MTA commits to making 95% of subway stations disabled-accessible
For years, disabled advocates pressured MTA for faster pace
“We could have installed elevators for the disabled in 10 or 12 subway stations with what we spent on those color ‘light shows’ on the Kosciuszko Bridge,” said a longtime MTA employee, criticizing former Gov. Andrew Cuomo.
Apparently, many people agree with these sentiments, as Gov. Kathy Hochul on Wednesday announced that the MTA and accessibility advocates reached a class-action settlement agreement that commits the transit agency to add elevators or ramps to provide a “stair-free path of travel” at 95 percent of the currently inaccessibly subway stations by 2055.
The agreement, which was a settlement resulting from several class-action lawsuits, still needs court approval.
Even before the Americans With Disabilities Act was passed in 1990, the MTA in the ‘80s, under pressure from disability advocates, agreed to include accessibility upgrades with station upgrades.
After the act was passed, the transit agency, after some complicated negotiations, decided to focus on installing elevators, ramps and other improvements at certain “key stations.” Since 2020, the MTA has completed accessibility projects at 15 subway stations, but advocates for the disabled have argued that this wasn’t enough.
MTA Chair and CEO Janno Lieber said, “There will be 81 more projects in progress by the end of the 2020-2024 capital plan, which includes a historic $5.2 billion dedicated to accessibility upgrades. These commitments, combined with recently enacted zoning that incentivizes private developers to incorporate station accessibility projects into their buildings, will help us achieve a fully accessible transit system much faster than ever before imagined.”
Joe Rappaport, executive director of Brooklyn Center for Independence of the Disabled said, “Hallelujah! Finally, some good news! This extraordinary agreement ensures that no one will be shut out of the fastest, best way to get around town. For BCID, like the other plaintiffs and our attorneys, this is the culmination of years of advocacy, both in and out of the courtroom. We’re immensely proud we and the MTA have reached this day.”
The MTA has 472 subway stations and, including 21 Staten Island Railway (SIR) stations, has 493 stations in the transit system. Of those, 131 are fully accessible to customers with disabilities, via elevators and ramps. There are more than one million people with a disability living in New York
Among the Brooklyn stations that are slated to get accessibility upgrades during the current (2020-2024) capital plan are 8th Avenue (N train), Bay Ridge-95th Street (R train), Lorimer Street (L train), Metropolitan Avenue (G train), Sheepshead Bay (B, Q trains), Borough Hall (4, 5 trains), 36th Street (D, N, R trains), 18th Avenue (D train), Kings Highway (F train), Jefferson Street (L train), Nostrand Avenue (A, C trains), Avenue I (F train), Neptune Avenue (F train), and others.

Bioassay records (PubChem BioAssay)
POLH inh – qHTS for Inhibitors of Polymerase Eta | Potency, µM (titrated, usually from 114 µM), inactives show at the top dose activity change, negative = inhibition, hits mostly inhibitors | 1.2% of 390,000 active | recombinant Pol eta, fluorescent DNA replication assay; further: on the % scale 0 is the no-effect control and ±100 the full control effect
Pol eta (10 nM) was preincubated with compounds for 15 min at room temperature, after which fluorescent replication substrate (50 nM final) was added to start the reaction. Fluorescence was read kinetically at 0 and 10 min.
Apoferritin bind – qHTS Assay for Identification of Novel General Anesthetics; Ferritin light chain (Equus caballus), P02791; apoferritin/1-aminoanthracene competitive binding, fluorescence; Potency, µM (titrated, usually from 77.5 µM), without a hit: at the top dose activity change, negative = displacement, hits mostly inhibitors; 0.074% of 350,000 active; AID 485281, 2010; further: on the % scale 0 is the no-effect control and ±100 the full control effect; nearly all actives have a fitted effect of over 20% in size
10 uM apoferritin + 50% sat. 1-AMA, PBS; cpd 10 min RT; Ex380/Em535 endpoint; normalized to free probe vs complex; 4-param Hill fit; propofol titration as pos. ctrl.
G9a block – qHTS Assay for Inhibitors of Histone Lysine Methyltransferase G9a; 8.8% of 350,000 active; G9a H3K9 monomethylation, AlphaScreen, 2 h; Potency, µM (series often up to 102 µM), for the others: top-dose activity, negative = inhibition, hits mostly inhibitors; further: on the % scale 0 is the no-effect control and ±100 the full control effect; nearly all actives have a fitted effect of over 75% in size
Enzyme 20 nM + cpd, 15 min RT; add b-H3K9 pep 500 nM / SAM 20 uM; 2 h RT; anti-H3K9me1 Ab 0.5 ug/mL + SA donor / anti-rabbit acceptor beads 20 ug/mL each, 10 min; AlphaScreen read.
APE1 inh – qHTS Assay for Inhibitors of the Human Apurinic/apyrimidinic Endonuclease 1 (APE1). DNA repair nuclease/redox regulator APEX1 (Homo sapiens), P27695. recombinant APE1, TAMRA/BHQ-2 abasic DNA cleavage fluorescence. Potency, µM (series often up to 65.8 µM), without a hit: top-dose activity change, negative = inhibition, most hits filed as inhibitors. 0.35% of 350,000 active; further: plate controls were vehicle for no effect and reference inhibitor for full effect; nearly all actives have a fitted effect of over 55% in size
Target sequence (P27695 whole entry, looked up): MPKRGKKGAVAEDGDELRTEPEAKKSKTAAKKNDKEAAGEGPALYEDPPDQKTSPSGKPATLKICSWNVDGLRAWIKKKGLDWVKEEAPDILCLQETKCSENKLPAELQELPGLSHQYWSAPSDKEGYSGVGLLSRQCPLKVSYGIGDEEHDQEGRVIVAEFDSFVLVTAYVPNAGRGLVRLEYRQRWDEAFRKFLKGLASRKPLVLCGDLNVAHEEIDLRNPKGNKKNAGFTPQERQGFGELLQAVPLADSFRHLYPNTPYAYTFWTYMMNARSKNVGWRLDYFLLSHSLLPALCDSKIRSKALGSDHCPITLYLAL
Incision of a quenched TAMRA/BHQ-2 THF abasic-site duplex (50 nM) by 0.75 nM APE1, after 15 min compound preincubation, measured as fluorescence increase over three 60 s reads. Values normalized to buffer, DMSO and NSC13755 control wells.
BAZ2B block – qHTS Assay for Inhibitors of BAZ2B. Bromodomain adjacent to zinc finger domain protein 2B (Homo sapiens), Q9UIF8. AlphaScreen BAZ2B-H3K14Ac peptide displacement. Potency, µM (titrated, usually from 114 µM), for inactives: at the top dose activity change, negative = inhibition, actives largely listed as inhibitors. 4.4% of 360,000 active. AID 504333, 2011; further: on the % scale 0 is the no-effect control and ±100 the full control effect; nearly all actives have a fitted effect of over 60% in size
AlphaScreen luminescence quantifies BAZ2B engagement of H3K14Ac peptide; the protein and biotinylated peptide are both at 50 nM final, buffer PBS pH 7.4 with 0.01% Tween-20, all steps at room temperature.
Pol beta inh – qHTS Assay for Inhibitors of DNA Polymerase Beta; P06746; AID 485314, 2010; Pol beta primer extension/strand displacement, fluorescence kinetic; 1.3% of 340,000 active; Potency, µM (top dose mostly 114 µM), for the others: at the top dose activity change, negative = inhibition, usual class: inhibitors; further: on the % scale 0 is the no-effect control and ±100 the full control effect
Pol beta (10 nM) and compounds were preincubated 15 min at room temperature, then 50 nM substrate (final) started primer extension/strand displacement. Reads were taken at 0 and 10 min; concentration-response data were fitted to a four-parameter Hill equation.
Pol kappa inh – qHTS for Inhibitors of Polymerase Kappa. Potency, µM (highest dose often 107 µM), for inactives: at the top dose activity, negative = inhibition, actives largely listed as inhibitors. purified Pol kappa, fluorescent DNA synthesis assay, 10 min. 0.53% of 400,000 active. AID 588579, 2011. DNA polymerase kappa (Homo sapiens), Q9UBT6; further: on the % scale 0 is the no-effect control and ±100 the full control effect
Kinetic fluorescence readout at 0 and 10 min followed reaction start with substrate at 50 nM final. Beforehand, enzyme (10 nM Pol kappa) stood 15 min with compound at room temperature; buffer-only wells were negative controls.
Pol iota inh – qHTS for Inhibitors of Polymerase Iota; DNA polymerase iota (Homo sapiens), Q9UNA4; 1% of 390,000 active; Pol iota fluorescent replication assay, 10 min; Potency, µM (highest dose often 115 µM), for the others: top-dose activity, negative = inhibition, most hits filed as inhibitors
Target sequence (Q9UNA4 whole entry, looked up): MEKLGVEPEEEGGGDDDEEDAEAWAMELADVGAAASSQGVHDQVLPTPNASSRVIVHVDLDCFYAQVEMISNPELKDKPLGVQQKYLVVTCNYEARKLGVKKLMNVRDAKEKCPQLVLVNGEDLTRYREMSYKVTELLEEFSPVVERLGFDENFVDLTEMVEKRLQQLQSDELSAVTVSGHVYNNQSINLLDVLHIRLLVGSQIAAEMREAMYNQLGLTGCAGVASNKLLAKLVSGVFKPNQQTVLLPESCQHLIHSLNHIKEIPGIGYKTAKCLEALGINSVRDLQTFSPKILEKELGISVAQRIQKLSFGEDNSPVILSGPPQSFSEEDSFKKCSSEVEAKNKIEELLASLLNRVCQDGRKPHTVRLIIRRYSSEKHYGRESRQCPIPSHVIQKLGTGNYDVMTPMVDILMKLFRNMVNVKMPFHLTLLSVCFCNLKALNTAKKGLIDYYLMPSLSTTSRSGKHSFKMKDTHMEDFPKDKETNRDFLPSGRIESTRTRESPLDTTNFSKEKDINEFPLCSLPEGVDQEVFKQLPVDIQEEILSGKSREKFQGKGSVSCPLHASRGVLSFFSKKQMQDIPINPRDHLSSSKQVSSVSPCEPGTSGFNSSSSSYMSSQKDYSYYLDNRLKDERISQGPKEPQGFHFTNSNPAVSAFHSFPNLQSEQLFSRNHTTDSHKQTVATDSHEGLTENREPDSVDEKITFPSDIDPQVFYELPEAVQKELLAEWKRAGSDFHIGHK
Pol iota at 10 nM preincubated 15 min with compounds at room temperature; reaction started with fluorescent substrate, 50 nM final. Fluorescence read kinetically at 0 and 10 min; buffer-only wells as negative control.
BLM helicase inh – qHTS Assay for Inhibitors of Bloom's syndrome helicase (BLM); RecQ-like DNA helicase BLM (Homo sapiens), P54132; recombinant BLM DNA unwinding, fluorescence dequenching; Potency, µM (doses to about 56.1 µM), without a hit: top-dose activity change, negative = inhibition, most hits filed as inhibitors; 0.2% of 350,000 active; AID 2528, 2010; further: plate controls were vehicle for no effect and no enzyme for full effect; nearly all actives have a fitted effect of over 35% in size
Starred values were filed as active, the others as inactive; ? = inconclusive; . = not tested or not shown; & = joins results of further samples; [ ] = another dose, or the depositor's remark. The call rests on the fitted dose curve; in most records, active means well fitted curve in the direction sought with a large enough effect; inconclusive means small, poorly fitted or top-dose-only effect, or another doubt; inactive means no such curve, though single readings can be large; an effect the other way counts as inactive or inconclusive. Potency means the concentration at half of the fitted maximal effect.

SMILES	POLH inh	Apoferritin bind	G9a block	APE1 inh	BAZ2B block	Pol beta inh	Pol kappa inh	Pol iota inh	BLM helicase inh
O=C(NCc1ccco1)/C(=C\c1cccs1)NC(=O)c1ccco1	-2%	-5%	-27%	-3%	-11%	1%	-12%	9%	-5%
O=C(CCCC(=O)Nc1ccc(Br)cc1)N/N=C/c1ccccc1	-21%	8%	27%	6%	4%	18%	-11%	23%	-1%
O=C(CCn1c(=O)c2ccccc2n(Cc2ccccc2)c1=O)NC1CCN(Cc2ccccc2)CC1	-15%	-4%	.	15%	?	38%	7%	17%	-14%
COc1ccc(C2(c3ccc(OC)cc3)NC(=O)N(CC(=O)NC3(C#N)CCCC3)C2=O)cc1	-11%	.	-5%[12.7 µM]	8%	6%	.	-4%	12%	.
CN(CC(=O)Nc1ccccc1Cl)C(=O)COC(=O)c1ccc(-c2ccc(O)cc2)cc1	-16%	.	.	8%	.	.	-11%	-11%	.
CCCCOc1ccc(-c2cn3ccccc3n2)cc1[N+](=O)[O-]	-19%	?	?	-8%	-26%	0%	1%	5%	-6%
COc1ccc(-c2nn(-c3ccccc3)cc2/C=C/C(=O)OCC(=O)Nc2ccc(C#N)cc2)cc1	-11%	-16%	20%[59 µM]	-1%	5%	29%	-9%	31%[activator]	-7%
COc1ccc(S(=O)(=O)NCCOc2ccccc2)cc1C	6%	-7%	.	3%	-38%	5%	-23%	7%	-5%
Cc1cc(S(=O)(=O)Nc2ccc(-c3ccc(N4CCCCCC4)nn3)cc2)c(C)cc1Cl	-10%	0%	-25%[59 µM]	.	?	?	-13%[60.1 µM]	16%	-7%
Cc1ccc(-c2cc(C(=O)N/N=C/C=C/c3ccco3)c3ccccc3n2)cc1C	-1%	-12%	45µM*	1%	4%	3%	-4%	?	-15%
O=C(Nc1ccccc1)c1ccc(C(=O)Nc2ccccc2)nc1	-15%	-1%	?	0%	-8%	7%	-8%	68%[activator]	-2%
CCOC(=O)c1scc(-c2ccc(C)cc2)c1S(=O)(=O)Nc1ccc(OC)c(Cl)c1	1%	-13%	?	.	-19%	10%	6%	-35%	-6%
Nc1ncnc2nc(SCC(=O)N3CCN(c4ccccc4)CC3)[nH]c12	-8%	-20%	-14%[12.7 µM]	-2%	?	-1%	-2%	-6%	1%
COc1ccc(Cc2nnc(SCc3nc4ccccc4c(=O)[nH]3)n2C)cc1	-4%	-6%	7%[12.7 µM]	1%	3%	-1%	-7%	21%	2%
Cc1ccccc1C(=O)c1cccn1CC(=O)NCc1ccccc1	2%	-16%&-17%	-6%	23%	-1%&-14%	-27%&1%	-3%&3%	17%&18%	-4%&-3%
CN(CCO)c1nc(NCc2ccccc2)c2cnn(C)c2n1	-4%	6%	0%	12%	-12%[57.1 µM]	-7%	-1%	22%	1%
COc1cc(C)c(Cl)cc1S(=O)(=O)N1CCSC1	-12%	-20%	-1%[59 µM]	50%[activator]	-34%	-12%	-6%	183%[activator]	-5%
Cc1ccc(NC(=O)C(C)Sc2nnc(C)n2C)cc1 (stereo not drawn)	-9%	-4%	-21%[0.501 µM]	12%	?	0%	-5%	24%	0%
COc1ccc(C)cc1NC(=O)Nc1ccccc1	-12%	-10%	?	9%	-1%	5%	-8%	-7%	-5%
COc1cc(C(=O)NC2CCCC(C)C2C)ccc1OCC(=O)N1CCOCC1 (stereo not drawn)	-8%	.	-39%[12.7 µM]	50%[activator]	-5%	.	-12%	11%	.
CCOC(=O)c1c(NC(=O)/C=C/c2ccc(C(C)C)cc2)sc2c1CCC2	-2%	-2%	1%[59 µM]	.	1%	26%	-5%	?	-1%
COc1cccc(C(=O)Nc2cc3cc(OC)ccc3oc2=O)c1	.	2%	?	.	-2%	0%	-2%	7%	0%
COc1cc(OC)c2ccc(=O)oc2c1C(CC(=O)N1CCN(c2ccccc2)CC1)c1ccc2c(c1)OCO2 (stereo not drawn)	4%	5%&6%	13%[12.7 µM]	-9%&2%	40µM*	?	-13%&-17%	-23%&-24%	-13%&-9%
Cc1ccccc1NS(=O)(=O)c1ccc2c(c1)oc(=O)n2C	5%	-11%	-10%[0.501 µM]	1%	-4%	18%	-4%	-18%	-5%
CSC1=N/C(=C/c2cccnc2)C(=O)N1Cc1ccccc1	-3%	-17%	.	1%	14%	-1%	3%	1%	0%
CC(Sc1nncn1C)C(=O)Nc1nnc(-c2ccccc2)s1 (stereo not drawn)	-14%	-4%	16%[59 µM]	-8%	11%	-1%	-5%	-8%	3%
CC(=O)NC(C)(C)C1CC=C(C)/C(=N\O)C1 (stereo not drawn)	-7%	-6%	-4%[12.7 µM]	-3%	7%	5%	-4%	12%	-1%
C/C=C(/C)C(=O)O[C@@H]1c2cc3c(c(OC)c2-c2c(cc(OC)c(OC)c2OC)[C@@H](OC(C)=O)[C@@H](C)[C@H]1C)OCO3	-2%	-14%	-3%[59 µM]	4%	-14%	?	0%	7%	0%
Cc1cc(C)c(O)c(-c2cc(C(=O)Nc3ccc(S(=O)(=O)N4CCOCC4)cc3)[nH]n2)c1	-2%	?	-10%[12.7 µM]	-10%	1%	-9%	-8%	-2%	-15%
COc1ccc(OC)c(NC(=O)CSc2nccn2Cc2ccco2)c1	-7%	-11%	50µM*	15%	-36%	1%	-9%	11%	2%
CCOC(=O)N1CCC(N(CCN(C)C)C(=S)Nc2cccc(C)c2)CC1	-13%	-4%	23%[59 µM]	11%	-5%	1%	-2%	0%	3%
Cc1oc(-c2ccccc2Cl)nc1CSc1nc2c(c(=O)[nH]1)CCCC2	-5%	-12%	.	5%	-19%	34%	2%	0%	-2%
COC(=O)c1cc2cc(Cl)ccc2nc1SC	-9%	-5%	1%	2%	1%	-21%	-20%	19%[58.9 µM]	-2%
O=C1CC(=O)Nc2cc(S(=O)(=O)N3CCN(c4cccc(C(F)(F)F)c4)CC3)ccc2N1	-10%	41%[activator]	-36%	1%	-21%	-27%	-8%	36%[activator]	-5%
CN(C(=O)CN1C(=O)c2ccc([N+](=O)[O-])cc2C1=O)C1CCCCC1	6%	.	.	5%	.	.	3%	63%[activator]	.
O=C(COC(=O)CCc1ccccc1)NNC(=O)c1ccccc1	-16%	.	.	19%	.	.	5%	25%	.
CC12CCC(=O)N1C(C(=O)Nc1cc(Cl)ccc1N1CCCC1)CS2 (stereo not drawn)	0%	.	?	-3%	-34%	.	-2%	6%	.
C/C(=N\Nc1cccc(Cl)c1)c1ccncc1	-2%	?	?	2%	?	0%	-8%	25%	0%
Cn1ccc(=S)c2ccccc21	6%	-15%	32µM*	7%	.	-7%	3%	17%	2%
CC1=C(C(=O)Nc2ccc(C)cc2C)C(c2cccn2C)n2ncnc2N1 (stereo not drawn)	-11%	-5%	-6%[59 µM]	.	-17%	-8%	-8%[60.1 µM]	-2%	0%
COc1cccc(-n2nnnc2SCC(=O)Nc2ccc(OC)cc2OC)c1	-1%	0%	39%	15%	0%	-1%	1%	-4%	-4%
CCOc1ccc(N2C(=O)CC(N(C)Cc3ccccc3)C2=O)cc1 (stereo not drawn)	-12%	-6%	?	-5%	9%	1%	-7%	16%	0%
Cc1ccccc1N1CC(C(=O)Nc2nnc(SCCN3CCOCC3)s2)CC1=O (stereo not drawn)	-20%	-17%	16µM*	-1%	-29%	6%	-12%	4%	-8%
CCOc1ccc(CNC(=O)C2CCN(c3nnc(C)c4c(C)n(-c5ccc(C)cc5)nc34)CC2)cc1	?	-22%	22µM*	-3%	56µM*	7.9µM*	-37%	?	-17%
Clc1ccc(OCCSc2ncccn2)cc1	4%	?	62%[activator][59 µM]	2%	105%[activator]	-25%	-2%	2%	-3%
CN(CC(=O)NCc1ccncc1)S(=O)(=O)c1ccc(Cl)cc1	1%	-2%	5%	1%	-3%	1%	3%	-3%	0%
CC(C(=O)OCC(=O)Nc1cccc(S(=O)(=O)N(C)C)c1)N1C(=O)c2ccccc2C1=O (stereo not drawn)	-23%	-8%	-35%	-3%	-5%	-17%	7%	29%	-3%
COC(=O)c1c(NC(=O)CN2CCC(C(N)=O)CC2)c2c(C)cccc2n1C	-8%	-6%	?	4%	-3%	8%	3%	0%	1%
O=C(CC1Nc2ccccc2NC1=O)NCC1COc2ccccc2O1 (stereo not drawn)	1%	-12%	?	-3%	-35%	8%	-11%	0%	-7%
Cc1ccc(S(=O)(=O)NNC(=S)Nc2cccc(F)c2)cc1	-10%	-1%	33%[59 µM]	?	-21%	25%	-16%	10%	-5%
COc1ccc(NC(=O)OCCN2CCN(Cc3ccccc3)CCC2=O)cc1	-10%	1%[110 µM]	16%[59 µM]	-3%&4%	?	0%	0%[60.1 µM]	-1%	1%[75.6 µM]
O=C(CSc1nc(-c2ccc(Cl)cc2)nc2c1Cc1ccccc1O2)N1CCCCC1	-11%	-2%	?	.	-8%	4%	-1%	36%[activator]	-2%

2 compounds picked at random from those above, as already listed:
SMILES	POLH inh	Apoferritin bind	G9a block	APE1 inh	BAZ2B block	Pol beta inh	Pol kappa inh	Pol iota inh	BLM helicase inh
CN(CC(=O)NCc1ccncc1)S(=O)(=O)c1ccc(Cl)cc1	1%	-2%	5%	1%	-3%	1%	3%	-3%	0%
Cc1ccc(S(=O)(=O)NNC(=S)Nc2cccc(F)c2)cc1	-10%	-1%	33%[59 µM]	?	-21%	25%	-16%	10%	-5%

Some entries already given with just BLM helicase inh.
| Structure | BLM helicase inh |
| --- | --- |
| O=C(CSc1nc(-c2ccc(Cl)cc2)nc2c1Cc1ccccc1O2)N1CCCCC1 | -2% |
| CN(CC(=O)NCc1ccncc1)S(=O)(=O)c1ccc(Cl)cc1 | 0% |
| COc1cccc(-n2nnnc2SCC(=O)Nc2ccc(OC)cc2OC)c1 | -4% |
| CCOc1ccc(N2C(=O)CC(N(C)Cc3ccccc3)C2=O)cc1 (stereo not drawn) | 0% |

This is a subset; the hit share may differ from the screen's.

One well-publicized upgrade that took place in 2021 was the installation of a ramp at the Q train’s ground-level Avenue H station, whose landmarked wooden station house dates to 1906. This was a $14 million project. For this project, a 20-inch water main and an 8-inch gas main had to be moved to accommodate the winding design.
Another fairly recent project, in December 2020, was the installation of an ADA-compliant elevator and a widened staircase at a much more high-profile station — Eastern Parkway, near the Brooklyn Museum, the Brooklyn Botanic Garden and the Brooklyn Public Library’s main branch.
Here, the ADA improvements included a street-to-mezzanine elevator on the Brooklyn Museum side of the station, along with two more elevators from the mezzanine to both the Brooklyn and Manhattan-bound platforms.
“We are elated to have a new accessible station on the doorstep of Brooklyn Botanic Garden. All New Yorkers and visitors should be able to access the Garden, Brooklyn Museum, Prospect Park and the other cultural, commercial, and residential amenities this neighborhood offers, and ADA-compliant public transit options are fundamental to ensuring that access,” said Brooklyn Botanic Garden President Adrian Benepe at the time.
The MTA won’t necessarily do it alone. At Brooklyn’s Hoyt-Schermerhorn Streets subway station several years ago, the MTA announced “Elevate Transit: Zoning for Accessibility,” a program to partner with private developers to design their buildings to include new elevators, new entrances and other accessible features leading to subway stations.
Briefly speaking, the developers who include elevators and other accessibility improvements would get the right to build denser, or higher, buildings than they would normally be able to build under zoning restrictions. In the highest-density district, this “density bonus” to offset the cost of construction could be as much as 20 percent.
In return, the builders would have to provide an easement, or permanent access to a piece of property that would give the MTA access to work at the site. Because of the access that the easement provides, the city would be spared the huge costs of temporarily relocating underground pipes, cables and so on, according to the MTA.
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